Since January 1st, 2018 the USP chapters <232> and <233> replace the chapter <231> "Heavy metals". In addition, <232> applies to all drugs with a USP monograph (except for those drugs that are explicitly excluded in <232>). The USP can retain other specific metal limit value tests (e.g. <211> arsenic or zinc in the general packaging chapter on elastomeric closures <381>), which appear in a specific monograph. In addition, USP monographs or general chapters can define EI limit values or report levels that deviate from <232>. If certain limit values are mentioned in a USP monograph or in a general chapter that is referenced in a monograph, these are official limit values that must be observed by manufacturers. However, <232> does not require any routine exams of the drug to ensure compliance with the specifications. Depending on the source of a contamination and the risk that its proportion in the finished drug exceeds the PDE value, alternative approaches can be used to ensure compliance with the specifications (e.g. routine testing of the raw materials and packaging instead of the finished product). In addition, if the risk that the amount of an EI exceeds the PDE value in the drug is reasonably low, it may be permissible not to check every batch of a drug for this EI.
The FDA recommends that manufacturers producing drugs for the American market follow the ICH Q3D recommendations unless the drug is monographed and must meet USP requirements:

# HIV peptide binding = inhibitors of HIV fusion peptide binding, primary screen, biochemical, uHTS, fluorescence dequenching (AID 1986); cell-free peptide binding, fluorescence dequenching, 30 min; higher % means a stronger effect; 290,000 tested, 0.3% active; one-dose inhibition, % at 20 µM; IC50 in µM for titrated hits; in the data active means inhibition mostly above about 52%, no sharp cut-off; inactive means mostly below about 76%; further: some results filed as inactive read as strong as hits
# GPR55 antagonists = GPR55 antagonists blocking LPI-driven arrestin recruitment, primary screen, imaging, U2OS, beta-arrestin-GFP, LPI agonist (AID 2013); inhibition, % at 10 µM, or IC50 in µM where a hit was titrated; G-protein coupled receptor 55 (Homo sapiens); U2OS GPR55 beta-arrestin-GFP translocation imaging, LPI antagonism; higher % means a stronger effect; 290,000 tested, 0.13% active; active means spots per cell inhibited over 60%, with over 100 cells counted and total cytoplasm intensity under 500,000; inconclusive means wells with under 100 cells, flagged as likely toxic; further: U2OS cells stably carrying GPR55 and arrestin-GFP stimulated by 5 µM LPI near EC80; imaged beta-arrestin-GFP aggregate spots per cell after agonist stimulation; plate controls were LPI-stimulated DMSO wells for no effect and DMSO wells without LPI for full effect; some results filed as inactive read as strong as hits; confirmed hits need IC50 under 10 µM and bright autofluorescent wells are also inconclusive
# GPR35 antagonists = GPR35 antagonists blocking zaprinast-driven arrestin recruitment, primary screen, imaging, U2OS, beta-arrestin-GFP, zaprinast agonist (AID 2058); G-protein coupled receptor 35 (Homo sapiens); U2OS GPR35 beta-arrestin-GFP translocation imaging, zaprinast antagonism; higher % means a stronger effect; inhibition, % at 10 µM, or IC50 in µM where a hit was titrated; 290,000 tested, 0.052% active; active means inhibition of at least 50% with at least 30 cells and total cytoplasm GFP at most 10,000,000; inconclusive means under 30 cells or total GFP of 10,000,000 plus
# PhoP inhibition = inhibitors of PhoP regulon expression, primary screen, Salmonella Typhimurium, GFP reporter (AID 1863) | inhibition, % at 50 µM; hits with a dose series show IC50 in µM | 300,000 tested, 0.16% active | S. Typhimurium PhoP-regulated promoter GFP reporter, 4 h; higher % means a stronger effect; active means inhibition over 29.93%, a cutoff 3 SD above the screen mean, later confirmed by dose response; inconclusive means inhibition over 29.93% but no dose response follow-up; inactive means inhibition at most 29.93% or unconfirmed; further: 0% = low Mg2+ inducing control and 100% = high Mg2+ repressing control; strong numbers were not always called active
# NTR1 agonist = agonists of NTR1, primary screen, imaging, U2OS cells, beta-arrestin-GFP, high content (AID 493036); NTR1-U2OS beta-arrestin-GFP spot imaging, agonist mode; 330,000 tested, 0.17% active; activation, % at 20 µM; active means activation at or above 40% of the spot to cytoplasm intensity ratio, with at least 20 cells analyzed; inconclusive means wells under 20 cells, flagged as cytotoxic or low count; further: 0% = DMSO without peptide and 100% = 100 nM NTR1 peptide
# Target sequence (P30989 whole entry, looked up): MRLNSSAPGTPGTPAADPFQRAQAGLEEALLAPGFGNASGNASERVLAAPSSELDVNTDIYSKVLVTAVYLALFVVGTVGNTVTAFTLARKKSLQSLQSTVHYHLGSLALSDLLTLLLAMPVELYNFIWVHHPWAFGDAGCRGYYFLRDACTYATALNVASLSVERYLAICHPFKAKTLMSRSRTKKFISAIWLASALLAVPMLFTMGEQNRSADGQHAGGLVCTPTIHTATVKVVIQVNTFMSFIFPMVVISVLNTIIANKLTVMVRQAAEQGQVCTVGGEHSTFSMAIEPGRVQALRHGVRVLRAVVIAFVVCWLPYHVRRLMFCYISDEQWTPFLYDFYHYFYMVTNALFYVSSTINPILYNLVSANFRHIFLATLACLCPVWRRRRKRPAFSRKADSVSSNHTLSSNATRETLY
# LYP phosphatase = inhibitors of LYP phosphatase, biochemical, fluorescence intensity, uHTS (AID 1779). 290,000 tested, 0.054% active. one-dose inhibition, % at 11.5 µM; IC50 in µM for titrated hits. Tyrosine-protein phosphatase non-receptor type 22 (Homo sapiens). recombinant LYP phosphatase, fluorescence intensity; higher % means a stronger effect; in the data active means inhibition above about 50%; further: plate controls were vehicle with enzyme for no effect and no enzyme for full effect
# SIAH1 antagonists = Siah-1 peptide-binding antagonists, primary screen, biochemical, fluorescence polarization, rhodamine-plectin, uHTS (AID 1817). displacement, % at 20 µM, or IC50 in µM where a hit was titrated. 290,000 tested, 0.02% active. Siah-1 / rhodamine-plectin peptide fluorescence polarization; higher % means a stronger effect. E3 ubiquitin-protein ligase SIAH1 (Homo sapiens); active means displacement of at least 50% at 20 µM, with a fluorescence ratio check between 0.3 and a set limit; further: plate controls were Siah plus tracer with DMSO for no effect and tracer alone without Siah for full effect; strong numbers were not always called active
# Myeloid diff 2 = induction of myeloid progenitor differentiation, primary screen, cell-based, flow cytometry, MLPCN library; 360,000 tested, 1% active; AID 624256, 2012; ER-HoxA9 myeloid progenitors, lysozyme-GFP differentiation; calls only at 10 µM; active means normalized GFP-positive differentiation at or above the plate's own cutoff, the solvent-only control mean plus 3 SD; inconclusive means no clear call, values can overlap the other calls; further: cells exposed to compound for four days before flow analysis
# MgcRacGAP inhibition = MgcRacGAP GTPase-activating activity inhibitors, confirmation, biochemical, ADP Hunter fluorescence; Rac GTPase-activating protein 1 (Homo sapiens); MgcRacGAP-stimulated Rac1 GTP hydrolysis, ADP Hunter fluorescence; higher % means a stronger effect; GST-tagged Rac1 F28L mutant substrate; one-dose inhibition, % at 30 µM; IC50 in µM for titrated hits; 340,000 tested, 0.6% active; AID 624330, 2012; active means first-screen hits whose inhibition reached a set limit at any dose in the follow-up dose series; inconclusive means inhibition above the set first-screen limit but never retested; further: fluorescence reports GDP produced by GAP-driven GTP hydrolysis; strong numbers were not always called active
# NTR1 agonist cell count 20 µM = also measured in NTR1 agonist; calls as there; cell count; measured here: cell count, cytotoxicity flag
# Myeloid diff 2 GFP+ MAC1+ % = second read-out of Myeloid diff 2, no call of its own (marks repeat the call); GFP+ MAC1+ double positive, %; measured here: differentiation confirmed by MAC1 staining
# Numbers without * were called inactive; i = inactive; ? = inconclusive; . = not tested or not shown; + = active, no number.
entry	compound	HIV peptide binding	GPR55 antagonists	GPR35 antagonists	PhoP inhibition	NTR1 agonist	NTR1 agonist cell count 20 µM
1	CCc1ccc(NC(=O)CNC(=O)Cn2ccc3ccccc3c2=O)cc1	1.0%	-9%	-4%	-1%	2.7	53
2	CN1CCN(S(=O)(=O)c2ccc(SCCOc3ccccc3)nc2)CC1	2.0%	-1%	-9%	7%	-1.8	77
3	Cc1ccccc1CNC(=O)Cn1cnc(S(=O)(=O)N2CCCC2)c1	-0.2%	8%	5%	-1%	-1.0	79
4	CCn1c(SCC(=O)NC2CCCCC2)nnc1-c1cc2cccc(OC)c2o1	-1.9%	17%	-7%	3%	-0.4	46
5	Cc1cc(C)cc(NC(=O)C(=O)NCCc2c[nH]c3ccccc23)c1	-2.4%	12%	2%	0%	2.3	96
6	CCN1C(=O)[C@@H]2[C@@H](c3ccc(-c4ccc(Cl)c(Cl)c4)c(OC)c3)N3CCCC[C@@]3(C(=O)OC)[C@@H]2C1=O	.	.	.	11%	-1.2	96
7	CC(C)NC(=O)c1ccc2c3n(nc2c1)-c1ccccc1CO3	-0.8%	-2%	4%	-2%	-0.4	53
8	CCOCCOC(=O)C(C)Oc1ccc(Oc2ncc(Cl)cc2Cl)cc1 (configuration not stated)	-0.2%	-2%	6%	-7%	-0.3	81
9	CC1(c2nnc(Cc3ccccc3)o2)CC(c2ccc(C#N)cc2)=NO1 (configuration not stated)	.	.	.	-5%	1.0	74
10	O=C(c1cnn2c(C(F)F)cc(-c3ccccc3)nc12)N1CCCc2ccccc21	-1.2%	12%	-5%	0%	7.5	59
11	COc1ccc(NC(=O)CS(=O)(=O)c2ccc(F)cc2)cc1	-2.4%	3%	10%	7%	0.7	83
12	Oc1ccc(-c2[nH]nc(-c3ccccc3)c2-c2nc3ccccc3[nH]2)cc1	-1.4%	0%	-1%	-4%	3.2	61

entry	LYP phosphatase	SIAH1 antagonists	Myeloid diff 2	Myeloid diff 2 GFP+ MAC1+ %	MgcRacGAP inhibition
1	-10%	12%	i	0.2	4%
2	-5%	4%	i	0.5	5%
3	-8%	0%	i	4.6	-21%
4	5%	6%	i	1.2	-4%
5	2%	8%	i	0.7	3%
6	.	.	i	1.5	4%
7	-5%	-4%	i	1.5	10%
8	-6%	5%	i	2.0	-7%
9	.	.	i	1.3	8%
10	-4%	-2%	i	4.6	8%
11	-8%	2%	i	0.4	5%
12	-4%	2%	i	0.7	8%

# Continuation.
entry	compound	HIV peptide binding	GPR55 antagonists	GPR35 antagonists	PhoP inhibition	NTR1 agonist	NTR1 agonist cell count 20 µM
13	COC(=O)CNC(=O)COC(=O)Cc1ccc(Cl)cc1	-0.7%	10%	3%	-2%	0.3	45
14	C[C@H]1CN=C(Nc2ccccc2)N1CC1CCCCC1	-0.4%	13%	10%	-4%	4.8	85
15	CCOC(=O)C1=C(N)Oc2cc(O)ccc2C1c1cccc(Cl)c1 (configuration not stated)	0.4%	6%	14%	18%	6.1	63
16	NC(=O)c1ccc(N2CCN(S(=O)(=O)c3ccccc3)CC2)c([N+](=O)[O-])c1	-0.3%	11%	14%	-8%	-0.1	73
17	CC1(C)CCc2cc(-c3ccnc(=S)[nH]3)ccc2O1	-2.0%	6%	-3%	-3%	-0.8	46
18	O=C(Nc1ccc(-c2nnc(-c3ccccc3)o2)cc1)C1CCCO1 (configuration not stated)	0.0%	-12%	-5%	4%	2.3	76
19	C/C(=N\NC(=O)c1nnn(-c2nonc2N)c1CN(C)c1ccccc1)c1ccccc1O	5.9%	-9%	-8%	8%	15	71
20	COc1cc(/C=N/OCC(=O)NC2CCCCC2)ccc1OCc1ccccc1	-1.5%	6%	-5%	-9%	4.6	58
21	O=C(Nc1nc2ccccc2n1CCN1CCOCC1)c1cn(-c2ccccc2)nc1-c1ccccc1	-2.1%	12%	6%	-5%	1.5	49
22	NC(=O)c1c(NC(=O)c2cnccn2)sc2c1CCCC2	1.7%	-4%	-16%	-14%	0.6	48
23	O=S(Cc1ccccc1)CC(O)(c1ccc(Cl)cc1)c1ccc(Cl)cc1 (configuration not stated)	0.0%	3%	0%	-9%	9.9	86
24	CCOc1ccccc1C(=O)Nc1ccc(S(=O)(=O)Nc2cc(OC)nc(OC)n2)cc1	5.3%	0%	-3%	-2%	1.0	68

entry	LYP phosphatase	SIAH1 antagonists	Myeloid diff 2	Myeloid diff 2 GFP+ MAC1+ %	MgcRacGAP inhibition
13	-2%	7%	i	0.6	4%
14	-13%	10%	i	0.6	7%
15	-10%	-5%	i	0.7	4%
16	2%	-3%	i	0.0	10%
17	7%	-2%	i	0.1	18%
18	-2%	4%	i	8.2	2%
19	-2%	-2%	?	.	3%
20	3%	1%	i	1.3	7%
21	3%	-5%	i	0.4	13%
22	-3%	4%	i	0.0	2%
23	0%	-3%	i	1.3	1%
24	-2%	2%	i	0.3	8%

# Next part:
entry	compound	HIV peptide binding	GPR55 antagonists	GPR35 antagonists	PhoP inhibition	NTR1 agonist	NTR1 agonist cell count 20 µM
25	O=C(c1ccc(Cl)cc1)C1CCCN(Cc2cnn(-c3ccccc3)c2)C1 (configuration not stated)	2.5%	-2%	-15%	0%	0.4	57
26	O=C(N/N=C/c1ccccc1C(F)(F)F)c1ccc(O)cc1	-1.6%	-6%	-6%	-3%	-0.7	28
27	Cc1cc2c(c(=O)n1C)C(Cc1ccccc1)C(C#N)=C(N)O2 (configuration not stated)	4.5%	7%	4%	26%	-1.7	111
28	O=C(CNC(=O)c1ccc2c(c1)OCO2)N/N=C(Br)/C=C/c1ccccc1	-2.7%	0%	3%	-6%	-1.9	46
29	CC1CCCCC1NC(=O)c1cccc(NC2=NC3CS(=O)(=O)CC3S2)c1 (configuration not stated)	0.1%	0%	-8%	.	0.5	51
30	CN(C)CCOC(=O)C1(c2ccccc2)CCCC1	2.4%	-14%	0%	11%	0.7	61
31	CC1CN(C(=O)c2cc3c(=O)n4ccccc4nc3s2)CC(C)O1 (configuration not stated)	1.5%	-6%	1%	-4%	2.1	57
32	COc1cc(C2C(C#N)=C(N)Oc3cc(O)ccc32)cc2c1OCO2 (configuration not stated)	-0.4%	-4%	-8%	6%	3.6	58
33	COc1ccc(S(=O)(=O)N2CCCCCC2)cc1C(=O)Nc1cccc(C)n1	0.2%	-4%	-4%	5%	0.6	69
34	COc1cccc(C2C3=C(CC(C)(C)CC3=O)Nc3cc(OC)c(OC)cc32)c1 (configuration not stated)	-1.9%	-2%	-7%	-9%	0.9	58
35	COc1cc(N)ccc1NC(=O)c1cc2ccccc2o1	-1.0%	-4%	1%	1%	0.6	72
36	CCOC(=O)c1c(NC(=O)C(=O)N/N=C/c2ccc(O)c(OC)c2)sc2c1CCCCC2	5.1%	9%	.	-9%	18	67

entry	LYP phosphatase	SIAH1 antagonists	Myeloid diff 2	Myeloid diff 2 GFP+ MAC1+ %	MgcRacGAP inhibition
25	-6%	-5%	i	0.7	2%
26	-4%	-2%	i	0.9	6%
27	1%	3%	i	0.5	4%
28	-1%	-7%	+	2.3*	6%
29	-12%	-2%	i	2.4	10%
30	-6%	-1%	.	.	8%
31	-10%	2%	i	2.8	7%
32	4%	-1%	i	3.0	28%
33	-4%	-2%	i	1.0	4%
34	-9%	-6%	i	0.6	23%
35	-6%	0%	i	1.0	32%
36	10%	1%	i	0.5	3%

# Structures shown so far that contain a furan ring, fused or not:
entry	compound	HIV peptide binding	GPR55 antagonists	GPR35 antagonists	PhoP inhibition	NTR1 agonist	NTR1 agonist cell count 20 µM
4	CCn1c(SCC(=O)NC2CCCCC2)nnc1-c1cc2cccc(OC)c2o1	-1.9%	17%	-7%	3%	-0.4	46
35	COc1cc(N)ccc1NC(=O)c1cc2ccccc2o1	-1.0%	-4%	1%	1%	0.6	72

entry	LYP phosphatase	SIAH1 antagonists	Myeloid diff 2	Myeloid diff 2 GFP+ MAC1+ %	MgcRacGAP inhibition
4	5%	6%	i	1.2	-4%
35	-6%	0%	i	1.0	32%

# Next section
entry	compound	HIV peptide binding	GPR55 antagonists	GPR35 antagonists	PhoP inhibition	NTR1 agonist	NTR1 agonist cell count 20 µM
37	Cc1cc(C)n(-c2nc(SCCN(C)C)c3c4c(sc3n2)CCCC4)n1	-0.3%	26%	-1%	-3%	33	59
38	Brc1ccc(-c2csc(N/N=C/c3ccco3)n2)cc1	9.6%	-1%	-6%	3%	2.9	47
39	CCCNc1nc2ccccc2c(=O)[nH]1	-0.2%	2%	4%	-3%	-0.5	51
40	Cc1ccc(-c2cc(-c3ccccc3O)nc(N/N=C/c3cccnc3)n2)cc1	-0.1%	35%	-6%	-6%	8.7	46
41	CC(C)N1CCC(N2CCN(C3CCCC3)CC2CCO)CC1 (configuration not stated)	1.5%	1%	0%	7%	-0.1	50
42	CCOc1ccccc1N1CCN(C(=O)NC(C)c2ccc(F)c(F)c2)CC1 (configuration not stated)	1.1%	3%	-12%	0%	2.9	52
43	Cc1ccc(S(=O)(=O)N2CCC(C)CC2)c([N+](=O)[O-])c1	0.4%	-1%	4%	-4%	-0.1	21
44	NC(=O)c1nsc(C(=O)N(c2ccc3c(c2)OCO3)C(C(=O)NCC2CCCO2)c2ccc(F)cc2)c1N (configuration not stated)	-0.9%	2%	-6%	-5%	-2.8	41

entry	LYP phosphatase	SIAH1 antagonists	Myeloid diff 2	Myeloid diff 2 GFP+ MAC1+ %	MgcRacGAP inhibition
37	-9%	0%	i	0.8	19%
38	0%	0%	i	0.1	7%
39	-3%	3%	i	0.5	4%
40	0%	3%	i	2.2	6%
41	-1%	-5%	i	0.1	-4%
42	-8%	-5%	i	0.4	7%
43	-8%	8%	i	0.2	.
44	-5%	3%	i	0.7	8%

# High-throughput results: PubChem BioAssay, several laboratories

- All new NDAs and ANDAs for medicinal products with an official USP monograph must now follow the requirements for the control of EIs as described in <232> and <233>. NDAs and ANDAs after January 01, 2018 for drugs without an official USP monograph should follow ICH Q3D. Applicants should attach a summary of the risk assessment to each new application that is subject to <232> and <233> or ICH Q3D.
- Monographed medicinal products on the market that are not NDA or ANDA approved must meet the requirements described in <232> and <233>. Drugs that are not NDA or ANDA approved and do not have an official USP monograph should follow ICH Q3D. Manufacturers should attach the risk assessment to the documentation, which is kept for official review during an inspection at the production site.
- Changes to NDAs and ANDAs: Changes made to comply with <232> and <233> or to follow the recommendations of ICH Q3D must be documented by the applicant in the next annual report. If a drug that is approved as NDA or ANDA does not meet the requirements of <232> or the recommendations of ICH Q3D, the documentation of a change (to comply with the requirements) in the annual report is not appropriate. These changes, e.g. manufacturing changes to reduce the EI level, should be submitted in accordance with the existing guidance documents for CMC changes after approval. Applicants should attach a summary of the risk assessment to any supplementary application or annual report describing these changes.
If the analytical methods described in the general chapter <233> cannot be used (for example in the case of active ingredients, auxiliary materials, packaging), the USP allows the use of an alternative method in accordance with the "General Notices and Requirements". Each analytical method must meet the validation requirements described in <233>. Alternative methods should be described in detail. If they are used for routine tests, their suitability for this should be verified under actual conditions. In contrast, ICH Q3D does not describe any specific analytical methods for routine testing of materials or to perform a risk assessment, therefore the FDA recommends that manufacturers use the analytical procedures described in <233> or analytical procedures that meet the validation requirements in <233> (in addition to ICH Q2).